AirTran Airways on Tuesday defended its decision to remove a Massachusetts couple from a flight after their crying 3-year-old daughter refused to take her seat before takeoff.
AirTran officials said they followed Federal Aviation Administration rules that children age 2 and above must have their own seat and be wearing a seat belt upon takeoff.
“The flight was already delayed 15 minutes and in fairness to the other 112 passengers on the plane, the crew made an operational decision to remove the family,” AirTran spokeswoman Judy Graham-Weaver said.
In their cold, insensitive treatment of the Kuleszas they join Delta and its ‘Freedom Air’ subsidiary which ejected a nursing mother from one of their flights last November. I tell you, sometimes I think that what these airlines need is to have a few parents and children serve as consultants in their service training program. Airline flight crew and staff who have little or no experience with small children are the bane of the travel experience for flying parents.
Don’t get me wrong–I understand the stress and strain that they’re under. I know that some parents and children test the limits of endurance. I know how obnoxious a wailing child can be. But there’s got to be a better way than to eject a family from a flight.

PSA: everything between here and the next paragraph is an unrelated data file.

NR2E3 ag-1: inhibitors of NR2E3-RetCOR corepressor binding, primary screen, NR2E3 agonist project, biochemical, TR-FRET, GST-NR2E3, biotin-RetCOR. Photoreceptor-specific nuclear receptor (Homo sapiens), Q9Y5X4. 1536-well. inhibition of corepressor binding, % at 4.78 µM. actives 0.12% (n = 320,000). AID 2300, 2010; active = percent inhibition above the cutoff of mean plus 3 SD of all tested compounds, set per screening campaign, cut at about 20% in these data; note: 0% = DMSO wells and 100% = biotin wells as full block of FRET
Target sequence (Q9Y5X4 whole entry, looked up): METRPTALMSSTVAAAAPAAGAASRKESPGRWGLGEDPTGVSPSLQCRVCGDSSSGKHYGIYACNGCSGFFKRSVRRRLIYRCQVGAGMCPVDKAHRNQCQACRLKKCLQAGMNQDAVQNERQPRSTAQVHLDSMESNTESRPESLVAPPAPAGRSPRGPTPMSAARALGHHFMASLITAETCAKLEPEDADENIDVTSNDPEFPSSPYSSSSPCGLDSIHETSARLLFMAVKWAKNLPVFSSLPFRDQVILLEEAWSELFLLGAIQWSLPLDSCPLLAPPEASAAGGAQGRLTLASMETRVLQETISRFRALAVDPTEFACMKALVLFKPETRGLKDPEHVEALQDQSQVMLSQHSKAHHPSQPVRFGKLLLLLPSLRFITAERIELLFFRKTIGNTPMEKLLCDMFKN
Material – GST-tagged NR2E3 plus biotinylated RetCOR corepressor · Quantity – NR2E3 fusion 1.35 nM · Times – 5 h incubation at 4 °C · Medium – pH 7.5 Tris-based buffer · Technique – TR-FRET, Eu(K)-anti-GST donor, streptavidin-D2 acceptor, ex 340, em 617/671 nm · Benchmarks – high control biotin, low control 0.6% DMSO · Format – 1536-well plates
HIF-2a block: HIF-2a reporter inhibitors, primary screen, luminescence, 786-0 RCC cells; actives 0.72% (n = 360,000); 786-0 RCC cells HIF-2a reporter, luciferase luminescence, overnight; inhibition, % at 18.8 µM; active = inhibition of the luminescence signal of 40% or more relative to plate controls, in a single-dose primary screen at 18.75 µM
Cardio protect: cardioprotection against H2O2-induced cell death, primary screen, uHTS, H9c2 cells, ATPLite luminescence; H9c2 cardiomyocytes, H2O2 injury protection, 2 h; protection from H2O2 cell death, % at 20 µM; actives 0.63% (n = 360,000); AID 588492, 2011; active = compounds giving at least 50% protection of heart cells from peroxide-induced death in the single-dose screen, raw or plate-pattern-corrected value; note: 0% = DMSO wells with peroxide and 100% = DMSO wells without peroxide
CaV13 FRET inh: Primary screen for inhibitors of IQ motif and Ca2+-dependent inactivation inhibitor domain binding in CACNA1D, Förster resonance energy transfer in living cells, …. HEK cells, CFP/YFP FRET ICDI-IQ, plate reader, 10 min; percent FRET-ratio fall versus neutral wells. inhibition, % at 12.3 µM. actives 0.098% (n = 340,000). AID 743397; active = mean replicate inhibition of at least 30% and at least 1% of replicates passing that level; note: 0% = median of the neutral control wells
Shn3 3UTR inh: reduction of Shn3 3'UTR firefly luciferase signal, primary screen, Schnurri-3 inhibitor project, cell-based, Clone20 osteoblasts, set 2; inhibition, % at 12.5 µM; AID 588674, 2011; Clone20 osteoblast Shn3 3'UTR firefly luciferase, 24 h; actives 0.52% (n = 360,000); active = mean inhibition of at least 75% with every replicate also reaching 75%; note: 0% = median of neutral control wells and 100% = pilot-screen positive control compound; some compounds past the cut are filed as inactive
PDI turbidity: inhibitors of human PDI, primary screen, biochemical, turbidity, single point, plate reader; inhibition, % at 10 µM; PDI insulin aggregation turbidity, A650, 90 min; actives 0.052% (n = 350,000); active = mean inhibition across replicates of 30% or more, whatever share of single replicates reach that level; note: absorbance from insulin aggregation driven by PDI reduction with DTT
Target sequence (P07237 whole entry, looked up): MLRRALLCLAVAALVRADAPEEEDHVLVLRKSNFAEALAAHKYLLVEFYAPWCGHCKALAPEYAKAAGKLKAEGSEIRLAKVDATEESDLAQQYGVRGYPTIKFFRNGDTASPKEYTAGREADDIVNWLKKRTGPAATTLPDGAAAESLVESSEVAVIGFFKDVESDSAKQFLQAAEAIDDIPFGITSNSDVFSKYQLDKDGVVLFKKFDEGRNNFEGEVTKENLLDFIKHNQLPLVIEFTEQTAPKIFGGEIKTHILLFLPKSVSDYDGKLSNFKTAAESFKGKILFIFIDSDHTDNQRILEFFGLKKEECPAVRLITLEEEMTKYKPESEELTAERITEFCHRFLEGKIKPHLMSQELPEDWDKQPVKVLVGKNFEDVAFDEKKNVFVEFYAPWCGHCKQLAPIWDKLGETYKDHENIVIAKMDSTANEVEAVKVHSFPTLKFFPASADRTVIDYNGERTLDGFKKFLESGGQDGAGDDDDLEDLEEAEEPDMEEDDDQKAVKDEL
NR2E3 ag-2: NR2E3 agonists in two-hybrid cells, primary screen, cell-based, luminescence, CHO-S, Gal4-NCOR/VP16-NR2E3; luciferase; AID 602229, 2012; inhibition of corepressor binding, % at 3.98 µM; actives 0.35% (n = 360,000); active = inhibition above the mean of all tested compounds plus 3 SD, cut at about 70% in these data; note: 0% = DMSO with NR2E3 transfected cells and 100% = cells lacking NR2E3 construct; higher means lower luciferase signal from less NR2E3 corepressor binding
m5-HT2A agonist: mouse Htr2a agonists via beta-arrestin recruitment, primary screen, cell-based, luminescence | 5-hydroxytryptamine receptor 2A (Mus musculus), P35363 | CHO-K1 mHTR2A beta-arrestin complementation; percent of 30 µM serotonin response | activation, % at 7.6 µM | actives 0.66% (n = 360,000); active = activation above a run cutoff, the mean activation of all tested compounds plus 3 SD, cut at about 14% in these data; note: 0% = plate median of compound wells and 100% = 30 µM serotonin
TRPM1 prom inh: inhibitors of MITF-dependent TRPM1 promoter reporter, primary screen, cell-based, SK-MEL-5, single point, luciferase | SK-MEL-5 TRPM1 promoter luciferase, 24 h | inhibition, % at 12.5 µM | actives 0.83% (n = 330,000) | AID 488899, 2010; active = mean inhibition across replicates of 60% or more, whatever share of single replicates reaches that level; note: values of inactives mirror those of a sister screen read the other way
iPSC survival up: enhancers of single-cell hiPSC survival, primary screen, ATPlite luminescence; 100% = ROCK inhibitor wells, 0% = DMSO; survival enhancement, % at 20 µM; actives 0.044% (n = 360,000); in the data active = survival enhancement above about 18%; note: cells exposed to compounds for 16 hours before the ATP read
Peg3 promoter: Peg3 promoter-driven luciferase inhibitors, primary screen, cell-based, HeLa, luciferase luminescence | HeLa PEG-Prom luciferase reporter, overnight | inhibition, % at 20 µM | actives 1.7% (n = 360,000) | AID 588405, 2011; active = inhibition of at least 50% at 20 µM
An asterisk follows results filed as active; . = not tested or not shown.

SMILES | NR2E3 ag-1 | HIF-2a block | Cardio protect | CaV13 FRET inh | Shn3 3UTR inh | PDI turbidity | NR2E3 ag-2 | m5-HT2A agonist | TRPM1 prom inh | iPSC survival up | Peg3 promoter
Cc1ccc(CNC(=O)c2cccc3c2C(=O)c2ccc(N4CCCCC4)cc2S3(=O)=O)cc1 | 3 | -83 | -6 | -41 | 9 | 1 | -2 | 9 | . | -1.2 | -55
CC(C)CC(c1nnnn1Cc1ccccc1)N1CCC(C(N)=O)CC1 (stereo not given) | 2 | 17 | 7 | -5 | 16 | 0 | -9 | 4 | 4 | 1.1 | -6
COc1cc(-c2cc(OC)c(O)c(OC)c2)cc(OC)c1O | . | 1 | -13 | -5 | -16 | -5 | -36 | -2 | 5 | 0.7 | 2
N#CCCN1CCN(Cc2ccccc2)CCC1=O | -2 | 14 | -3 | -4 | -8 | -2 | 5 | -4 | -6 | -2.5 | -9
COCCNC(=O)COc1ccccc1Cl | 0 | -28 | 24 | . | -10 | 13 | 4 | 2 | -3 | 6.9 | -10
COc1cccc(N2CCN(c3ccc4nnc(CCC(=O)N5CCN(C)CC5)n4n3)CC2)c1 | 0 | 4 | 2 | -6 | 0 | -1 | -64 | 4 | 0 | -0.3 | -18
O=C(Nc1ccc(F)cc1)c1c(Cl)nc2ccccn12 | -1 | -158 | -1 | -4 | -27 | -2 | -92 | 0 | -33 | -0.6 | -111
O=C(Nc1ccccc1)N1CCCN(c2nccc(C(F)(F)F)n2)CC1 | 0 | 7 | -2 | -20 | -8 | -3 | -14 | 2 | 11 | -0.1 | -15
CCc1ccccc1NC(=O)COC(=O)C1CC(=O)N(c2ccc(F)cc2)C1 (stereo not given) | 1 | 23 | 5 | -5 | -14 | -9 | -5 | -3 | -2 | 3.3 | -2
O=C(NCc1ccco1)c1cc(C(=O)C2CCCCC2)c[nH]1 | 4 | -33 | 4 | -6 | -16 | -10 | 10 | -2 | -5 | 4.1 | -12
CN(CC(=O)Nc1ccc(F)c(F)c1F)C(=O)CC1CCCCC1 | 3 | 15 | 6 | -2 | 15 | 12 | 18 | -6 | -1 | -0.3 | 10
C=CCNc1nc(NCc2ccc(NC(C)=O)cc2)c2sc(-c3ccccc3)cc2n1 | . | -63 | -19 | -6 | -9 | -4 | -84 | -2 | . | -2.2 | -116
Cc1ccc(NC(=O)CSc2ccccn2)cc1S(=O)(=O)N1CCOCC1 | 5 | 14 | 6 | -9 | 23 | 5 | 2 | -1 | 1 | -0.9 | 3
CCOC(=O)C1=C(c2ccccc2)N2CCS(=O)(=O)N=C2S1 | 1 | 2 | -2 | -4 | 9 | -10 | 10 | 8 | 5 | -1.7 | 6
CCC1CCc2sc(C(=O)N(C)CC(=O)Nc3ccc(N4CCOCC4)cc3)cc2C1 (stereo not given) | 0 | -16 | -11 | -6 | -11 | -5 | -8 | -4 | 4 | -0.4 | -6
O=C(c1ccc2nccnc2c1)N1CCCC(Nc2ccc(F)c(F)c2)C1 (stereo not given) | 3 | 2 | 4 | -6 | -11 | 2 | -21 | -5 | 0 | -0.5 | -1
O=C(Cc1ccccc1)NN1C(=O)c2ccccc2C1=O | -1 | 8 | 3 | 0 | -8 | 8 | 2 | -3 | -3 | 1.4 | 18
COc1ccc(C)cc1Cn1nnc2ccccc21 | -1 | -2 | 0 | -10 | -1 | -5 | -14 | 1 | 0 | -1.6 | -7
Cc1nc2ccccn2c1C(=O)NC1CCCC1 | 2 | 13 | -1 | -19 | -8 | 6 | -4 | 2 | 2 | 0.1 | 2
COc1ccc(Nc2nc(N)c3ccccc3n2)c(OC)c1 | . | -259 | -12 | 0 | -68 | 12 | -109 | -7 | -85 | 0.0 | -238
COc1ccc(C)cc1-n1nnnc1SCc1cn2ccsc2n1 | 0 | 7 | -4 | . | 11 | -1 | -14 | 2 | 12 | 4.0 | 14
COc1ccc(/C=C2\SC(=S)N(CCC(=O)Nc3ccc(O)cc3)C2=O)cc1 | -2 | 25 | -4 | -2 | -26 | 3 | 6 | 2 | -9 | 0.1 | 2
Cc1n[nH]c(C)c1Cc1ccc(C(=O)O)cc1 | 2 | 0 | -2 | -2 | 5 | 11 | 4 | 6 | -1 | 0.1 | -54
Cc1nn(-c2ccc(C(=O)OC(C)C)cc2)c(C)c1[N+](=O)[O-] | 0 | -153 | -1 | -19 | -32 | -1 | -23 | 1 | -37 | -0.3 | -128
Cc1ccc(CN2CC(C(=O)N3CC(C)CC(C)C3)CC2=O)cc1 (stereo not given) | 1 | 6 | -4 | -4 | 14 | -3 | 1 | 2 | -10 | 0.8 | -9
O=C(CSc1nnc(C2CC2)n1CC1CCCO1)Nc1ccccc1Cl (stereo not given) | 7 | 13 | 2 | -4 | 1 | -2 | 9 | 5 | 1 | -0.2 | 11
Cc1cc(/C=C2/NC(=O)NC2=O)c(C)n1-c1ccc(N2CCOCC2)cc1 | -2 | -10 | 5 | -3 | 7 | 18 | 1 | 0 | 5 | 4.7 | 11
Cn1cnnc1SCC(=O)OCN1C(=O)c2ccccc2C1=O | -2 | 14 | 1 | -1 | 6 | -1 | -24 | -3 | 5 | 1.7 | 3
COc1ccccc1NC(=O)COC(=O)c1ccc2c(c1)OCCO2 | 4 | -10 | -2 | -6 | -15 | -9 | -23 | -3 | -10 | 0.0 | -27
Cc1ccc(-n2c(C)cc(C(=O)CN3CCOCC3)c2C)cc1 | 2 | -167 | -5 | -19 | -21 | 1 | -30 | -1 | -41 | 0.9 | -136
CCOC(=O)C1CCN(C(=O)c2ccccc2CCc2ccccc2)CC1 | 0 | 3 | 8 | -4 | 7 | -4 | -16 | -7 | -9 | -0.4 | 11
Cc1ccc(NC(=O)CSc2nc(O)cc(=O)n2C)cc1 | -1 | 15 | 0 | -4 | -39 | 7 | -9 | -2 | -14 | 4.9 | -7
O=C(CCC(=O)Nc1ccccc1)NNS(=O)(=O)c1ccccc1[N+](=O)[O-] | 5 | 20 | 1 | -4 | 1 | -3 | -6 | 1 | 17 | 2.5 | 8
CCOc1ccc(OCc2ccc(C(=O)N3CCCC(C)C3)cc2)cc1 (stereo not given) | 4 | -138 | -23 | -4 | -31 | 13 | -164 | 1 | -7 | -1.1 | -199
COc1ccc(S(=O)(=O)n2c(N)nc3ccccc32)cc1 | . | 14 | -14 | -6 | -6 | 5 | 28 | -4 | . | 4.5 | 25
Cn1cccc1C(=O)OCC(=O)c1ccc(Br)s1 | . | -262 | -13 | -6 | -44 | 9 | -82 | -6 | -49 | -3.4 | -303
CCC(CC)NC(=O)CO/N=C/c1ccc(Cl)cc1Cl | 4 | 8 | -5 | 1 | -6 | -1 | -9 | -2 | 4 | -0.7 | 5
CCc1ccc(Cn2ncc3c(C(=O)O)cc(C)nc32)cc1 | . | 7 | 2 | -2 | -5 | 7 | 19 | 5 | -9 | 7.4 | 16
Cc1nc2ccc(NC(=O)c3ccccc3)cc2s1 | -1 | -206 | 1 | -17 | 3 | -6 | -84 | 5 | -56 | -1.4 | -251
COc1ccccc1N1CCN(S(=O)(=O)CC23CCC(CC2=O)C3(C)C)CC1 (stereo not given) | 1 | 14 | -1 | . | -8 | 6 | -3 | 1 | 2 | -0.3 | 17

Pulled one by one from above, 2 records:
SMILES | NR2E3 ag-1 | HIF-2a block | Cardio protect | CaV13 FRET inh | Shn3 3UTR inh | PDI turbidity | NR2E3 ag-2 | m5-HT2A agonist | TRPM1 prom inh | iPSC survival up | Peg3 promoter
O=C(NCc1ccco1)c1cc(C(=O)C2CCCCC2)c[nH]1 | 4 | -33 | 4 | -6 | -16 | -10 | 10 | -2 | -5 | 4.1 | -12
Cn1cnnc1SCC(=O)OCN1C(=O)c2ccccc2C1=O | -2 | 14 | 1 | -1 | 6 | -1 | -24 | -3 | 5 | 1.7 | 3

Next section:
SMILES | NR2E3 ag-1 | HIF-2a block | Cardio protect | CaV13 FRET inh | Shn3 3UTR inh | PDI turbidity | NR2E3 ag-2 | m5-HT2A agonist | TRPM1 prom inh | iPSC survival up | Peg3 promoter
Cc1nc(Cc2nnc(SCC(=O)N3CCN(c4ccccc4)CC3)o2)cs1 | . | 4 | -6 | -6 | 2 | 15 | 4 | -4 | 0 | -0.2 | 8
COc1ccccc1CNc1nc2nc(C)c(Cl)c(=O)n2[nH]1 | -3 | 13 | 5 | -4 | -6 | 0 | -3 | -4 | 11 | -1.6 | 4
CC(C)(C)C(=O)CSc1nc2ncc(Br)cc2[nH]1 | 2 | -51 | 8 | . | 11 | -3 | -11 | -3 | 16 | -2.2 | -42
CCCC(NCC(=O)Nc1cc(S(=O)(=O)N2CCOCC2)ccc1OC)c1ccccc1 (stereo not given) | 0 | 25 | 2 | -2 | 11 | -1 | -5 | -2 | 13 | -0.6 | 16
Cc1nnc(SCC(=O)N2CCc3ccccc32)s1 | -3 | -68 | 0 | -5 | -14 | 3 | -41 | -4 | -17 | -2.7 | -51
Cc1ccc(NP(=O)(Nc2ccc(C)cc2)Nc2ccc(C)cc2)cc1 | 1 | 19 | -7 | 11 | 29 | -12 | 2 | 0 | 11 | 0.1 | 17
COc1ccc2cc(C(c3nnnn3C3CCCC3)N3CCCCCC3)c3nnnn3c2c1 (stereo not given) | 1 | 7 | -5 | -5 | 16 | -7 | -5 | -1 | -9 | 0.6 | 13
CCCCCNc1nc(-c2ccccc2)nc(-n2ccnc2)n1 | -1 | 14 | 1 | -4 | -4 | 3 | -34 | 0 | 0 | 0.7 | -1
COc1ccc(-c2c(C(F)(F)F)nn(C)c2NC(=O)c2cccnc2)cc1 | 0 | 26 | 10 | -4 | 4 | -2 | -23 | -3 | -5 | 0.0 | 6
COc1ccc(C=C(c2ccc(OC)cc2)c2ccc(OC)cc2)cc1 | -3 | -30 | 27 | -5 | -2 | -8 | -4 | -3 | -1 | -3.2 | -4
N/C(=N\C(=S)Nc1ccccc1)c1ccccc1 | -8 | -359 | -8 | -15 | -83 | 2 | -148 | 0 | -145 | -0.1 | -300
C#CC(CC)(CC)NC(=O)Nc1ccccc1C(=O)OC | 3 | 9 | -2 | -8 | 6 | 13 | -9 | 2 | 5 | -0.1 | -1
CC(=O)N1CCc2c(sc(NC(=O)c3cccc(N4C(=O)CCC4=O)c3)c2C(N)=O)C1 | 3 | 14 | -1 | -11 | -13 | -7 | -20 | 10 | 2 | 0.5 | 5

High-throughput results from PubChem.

Here’s the story from the victims’ point of view:
Julie and Gerry Kulesza, who were headed home to Boston on Jan. 14 from Fort Myers, said they just needed a little more time to calm their daughter, Elly.
“We weren’t given an opportunity to hold her, console her or anything,” Julie Kulesza said in a telephone interview Tuesday.
The Kuleszas said they told a flight attendant they had paid for their daughter’s seat, but asked whether she could sit in her mother’s lap. The request was denied.
She was removed because “she was climbing under the seat and hitting the parents and wouldn’t get in her seat” during boarding, Graham-Weaver said.
So you remove a family from an airplane because their daughter was “climbing under the seat and hitting her parents?” It sounds absurd. Since when are children forbidden to hit their parents on airplanes?? Sure it’s not a nice thing to do. But who hasn’t had their 3 year old hit them at one time or another? This wasn’t some drunk passenger hitting on a flight attendant, which is how they’re trying to make poor Elly sound. It was a 3 year old child for chrissakes!
One piece of advice I’d give to the Kuleszas and other fliers is: your toddlers are all 2 years old. You get my drift? That way, even if they wanted to the flight crew would have to allow you to hold your child during takeoff and landing. We just flew two horrific legs from Seattle to Florida and back with children who were just over 2. But for the purposes of these flights they were 2. Our daughter had a fever and diarrhea on the way home and was miserable the entire flight. We even allowed her to sleep on the floor during one landing. It was just that horrific. Luckily, our Continental flight crew was equally understanding. But who knows how they would’ve reacted if we’d told them the children were over 2? Best not to take the chance.